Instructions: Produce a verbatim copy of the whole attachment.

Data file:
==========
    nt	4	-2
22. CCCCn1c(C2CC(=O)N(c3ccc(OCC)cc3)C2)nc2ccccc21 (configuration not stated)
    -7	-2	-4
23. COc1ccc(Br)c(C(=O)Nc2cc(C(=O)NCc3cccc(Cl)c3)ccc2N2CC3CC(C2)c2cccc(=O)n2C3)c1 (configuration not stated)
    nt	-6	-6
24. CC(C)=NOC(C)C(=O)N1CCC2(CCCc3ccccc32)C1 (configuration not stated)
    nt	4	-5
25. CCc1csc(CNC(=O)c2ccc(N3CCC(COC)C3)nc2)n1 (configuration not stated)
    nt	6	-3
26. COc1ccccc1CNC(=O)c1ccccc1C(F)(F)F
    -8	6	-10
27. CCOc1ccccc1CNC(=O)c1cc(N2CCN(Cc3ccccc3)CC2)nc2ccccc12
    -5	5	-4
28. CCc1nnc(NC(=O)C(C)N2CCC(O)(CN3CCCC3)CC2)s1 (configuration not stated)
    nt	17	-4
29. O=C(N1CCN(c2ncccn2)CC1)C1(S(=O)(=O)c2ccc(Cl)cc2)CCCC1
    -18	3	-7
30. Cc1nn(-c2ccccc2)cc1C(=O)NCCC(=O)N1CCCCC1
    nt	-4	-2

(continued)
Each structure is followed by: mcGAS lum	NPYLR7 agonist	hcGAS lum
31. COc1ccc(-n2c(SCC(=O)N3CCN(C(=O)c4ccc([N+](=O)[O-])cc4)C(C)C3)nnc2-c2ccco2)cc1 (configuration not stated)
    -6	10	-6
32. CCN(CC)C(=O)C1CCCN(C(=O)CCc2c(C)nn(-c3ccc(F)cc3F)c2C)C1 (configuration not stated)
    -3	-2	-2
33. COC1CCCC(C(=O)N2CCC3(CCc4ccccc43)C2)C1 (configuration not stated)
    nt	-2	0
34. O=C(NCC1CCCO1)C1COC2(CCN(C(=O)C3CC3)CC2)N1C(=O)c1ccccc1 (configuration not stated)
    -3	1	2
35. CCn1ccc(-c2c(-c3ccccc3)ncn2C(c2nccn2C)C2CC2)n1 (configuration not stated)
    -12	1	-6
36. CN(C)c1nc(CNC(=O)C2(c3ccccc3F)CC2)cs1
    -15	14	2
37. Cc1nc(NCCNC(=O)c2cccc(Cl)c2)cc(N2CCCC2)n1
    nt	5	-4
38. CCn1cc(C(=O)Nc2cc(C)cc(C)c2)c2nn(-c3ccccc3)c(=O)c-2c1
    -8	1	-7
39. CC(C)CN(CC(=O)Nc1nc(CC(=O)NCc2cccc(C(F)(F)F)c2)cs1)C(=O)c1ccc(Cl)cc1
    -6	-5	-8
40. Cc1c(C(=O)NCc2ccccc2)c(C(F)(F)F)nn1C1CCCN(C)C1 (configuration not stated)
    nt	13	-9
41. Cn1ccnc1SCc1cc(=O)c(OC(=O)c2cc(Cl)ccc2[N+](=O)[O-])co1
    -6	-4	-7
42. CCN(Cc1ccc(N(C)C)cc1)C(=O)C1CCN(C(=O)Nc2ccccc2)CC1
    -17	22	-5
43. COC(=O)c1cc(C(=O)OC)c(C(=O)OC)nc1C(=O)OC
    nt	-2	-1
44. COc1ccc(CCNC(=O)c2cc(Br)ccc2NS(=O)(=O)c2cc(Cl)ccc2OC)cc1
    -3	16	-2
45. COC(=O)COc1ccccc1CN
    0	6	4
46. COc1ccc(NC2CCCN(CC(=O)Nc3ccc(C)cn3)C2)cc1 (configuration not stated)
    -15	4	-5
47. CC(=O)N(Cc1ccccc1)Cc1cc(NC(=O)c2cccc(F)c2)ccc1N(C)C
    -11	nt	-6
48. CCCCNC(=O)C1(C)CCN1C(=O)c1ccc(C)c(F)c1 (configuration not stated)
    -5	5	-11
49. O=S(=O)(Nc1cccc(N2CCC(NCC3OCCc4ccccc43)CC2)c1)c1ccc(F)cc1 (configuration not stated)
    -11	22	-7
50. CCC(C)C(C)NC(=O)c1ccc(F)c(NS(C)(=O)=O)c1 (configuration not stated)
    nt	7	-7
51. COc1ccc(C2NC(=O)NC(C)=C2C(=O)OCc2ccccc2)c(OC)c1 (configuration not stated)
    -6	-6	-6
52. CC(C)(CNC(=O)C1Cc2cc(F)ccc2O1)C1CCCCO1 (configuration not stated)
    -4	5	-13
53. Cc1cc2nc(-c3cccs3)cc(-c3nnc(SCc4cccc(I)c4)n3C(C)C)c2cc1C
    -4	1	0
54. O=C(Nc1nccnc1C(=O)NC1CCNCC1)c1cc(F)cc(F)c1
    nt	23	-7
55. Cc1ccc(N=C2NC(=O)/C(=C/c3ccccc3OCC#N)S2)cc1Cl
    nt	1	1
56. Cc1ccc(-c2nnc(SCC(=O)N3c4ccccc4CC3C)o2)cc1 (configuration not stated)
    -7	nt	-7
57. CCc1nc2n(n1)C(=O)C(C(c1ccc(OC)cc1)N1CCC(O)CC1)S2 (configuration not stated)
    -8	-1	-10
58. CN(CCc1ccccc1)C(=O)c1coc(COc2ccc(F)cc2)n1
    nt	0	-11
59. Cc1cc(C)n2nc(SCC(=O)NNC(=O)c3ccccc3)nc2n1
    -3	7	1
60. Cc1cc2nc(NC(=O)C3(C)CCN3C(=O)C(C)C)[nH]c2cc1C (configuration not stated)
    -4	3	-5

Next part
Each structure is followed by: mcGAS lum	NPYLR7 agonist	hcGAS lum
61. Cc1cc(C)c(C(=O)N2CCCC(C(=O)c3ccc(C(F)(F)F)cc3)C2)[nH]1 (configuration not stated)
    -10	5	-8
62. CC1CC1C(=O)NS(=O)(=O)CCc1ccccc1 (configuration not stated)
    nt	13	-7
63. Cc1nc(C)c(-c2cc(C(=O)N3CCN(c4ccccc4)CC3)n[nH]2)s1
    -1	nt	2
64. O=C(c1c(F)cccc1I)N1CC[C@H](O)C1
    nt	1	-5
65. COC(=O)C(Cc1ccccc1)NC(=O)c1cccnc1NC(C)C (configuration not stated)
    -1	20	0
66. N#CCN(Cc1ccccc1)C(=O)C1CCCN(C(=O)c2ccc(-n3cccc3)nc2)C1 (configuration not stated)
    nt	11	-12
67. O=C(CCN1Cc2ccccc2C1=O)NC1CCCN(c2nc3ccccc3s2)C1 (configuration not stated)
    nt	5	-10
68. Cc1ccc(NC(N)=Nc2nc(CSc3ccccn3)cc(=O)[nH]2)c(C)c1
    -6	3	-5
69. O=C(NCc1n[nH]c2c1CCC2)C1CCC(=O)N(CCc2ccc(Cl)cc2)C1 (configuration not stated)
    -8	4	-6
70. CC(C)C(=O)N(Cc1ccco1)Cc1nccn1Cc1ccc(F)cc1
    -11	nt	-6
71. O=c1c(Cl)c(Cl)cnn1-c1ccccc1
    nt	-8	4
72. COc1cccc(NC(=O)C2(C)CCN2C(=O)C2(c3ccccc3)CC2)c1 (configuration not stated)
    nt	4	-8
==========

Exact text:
    nt	4	-2
22. CCCCn1c(C2CC(=O)N(c3ccc(OCC)cc3)C2)nc2ccccc21 (configuration not stated)
    -7	-2	-4
23. COc1ccc(Br)c(C(=O)Nc2cc(C(=O)NCc3cccc(Cl)c3)ccc2N2CC3CC(C2)c2cccc(=O)n2C3)c1 (configuration not stated)
    nt	-6	-6
24. CC(C)=NOC(C)C(=O)N1CCC2(CCCc3ccccc32)C1 (configuration not stated)
    nt	4	-5
25. CCc1csc(CNC(=O)c2ccc(N3CCC(COC)C3)nc2)n1 (configuration not stated)
    nt	6	-3
26. COc1ccccc1CNC(=O)c1ccccc1C(F)(F)F
    -8	6	-10
27. CCOc1ccccc1CNC(=O)c1cc(N2CCN(Cc3ccccc3)CC2)nc2ccccc12
    -5	5	-4
28. CCc1nnc(NC(=O)C(C)N2CCC(O)(CN3CCCC3)CC2)s1 (configuration not stated)
    nt	17	-4
29. O=C(N1CCN(c2ncccn2)CC1)C1(S(=O)(=O)c2ccc(Cl)cc2)CCCC1
    -18	3	-7
30. Cc1nn(-c2ccccc2)cc1C(=O)NCCC(=O)N1CCCCC1
    nt	-4	-2

(continued)
Each structure is followed by: mcGAS lum	NPYLR7 agonist	hcGAS lum
31. COc1ccc(-n2c(SCC(=O)N3CCN(C(=O)c4ccc([N+](=O)[O-])cc4)C(C)C3)nnc2-c2ccco2)cc1 (configuration not stated)
    -6	10	-6
32. CCN(CC)C(=O)C1CCCN(C(=O)CCc2c(C)nn(-c3ccc(F)cc3F)c2C)C1 (configuration not stated)
    -3	-2	-2
33. COC1CCCC(C(=O)N2CCC3(CCc4ccccc43)C2)C1 (configuration not stated)
    nt	-2	0
34. O=C(NCC1CCCO1)C1COC2(CCN(C(=O)C3CC3)CC2)N1C(=O)c1ccccc1 (configuration not stated)
    -3	1	2
35. CCn1ccc(-c2c(-c3ccccc3)ncn2C(c2nccn2C)C2CC2)n1 (configuration not stated)
    -12	1	-6
36. CN(C)c1nc(CNC(=O)C2(c3ccccc3F)CC2)cs1
    -15	14	2
37. Cc1nc(NCCNC(=O)c2cccc(Cl)c2)cc(N2CCCC2)n1
    nt	5	-4
38. CCn1cc(C(=O)Nc2cc(C)cc(C)c2)c2nn(-c3ccccc3)c(=O)c-2c1
    -8	1	-7
39. CC(C)CN(CC(=O)Nc1nc(CC(=O)NCc2cccc(C(F)(F)F)c2)cs1)C(=O)c1ccc(Cl)cc1
    -6	-5	-8
40. Cc1c(C(=O)NCc2ccccc2)c(C(F)(F)F)nn1C1CCCN(C)C1 (configuration not stated)
    nt	13	-9
41. Cn1ccnc1SCc1cc(=O)c(OC(=O)c2cc(Cl)ccc2[N+](=O)[O-])co1
    -6	-4	-7
42. CCN(Cc1ccc(N(C)C)cc1)C(=O)C1CCN(C(=O)Nc2ccccc2)CC1
    -17	22	-5
43. COC(=O)c1cc(C(=O)OC)c(C(=O)OC)nc1C(=O)OC
    nt	-2	-1
44. COc1ccc(CCNC(=O)c2cc(Br)ccc2NS(=O)(=O)c2cc(Cl)ccc2OC)cc1
    -3	16	-2
45. COC(=O)COc1ccccc1CN
    0	6	4
46. COc1ccc(NC2CCCN(CC(=O)Nc3ccc(C)cn3)C2)cc1 (configuration not stated)
    -15	4	-5
47. CC(=O)N(Cc1ccccc1)Cc1cc(NC(=O)c2cccc(F)c2)ccc1N(C)C
    -11	nt	-6
48. CCCCNC(=O)C1(C)CCN1C(=O)c1ccc(C)c(F)c1 (configuration not stated)
    -5	5	-11
49. O=S(=O)(Nc1cccc(N2CCC(NCC3OCCc4ccccc43)CC2)c1)c1ccc(F)cc1 (configuration not stated)
    -11	22	-7
50. CCC(C)C(C)NC(=O)c1ccc(F)c(NS(C)(=O)=O)c1 (configuration not stated)
    nt	7	-7
51. COc1ccc(C2NC(=O)NC(C)=C2C(=O)OCc2ccccc2)c(OC)c1 (configuration not stated)
    -6	-6	-6
52. CC(C)(CNC(=O)C1Cc2cc(F)ccc2O1)C1CCCCO1 (configuration not stated)
    -4	5	-13
53. Cc1cc2nc(-c3cccs3)cc(-c3nnc(SCc4cccc(I)c4)n3C(C)C)c2cc1C
    -4	1	0
54. O=C(Nc1nccnc1C(=O)NC1CCNCC1)c1cc(F)cc(F)c1
    nt	23	-7
55. Cc1ccc(N=C2NC(=O)/C(=C/c3ccccc3OCC#N)S2)cc1Cl
    nt	1	1
56. Cc1ccc(-c2nnc(SCC(=O)N3c4ccccc4CC3C)o2)cc1 (configuration not stated)
    -7	nt	-7
57. CCc1nc2n(n1)C(=O)C(C(c1ccc(OC)cc1)N1CCC(O)CC1)S2 (configuration not stated)
    -8	-1	-10
58. CN(CCc1ccccc1)C(=O)c1coc(COc2ccc(F)cc2)n1
    nt	0	-11
59. Cc1cc(C)n2nc(SCC(=O)NNC(=O)c3ccccc3)nc2n1
    -3	7	1
60. Cc1cc2nc(NC(=O)C3(C)CCN3C(=O)C(C)C)[nH]c2cc1C (configuration not stated)
    -4	3	-5

Next part
Each structure is followed by: mcGAS lum	NPYLR7 agonist	hcGAS lum
61. Cc1cc(C)c(C(=O)N2CCCC(C(=O)c3ccc(C(F)(F)F)cc3)C2)[nH]1 (configuration not stated)
    -10	5	-8
62. CC1CC1C(=O)NS(=O)(=O)CCc1ccccc1 (configuration not stated)
    nt	13	-7
63. Cc1nc(C)c(-c2cc(C(=O)N3CCN(c4ccccc4)CC3)n[nH]2)s1
    -1	nt	2
64. O=C(c1c(F)cccc1I)N1CC[C@H](O)C1
    nt	1	-5
65. COC(=O)C(Cc1ccccc1)NC(=O)c1cccnc1NC(C)C (configuration not stated)
    -1	20	0
66. N#CCN(Cc1ccccc1)C(=O)C1CCCN(C(=O)c2ccc(-n3cccc3)nc2)C1 (configuration not stated)
    nt	11	-12
67. O=C(CCN1Cc2ccccc2C1=O)NC1CCCN(c2nc3ccccc3s2)C1 (configuration not stated)
    nt	5	-10
68. Cc1ccc(NC(N)=Nc2nc(CSc3ccccn3)cc(=O)[nH]2)c(C)c1
    -6	3	-5
69. O=C(NCc1n[nH]c2c1CCC2)C1CCC(=O)N(CCc2ccc(Cl)cc2)C1 (configuration not stated)
    -8	4	-6
70. CC(C)C(=O)N(Cc1ccco1)Cc1nccn1Cc1ccc(F)cc1
    -11	nt	-6
71. O=c1c(Cl)c(Cl)cnn1-c1ccccc1
    nt	-8	4
72. COc1cccc(NC(=O)C2(C)CCN2C(=O)C2(c3ccccc3)CC2)c1 (configuration not stated)
    nt	4	-8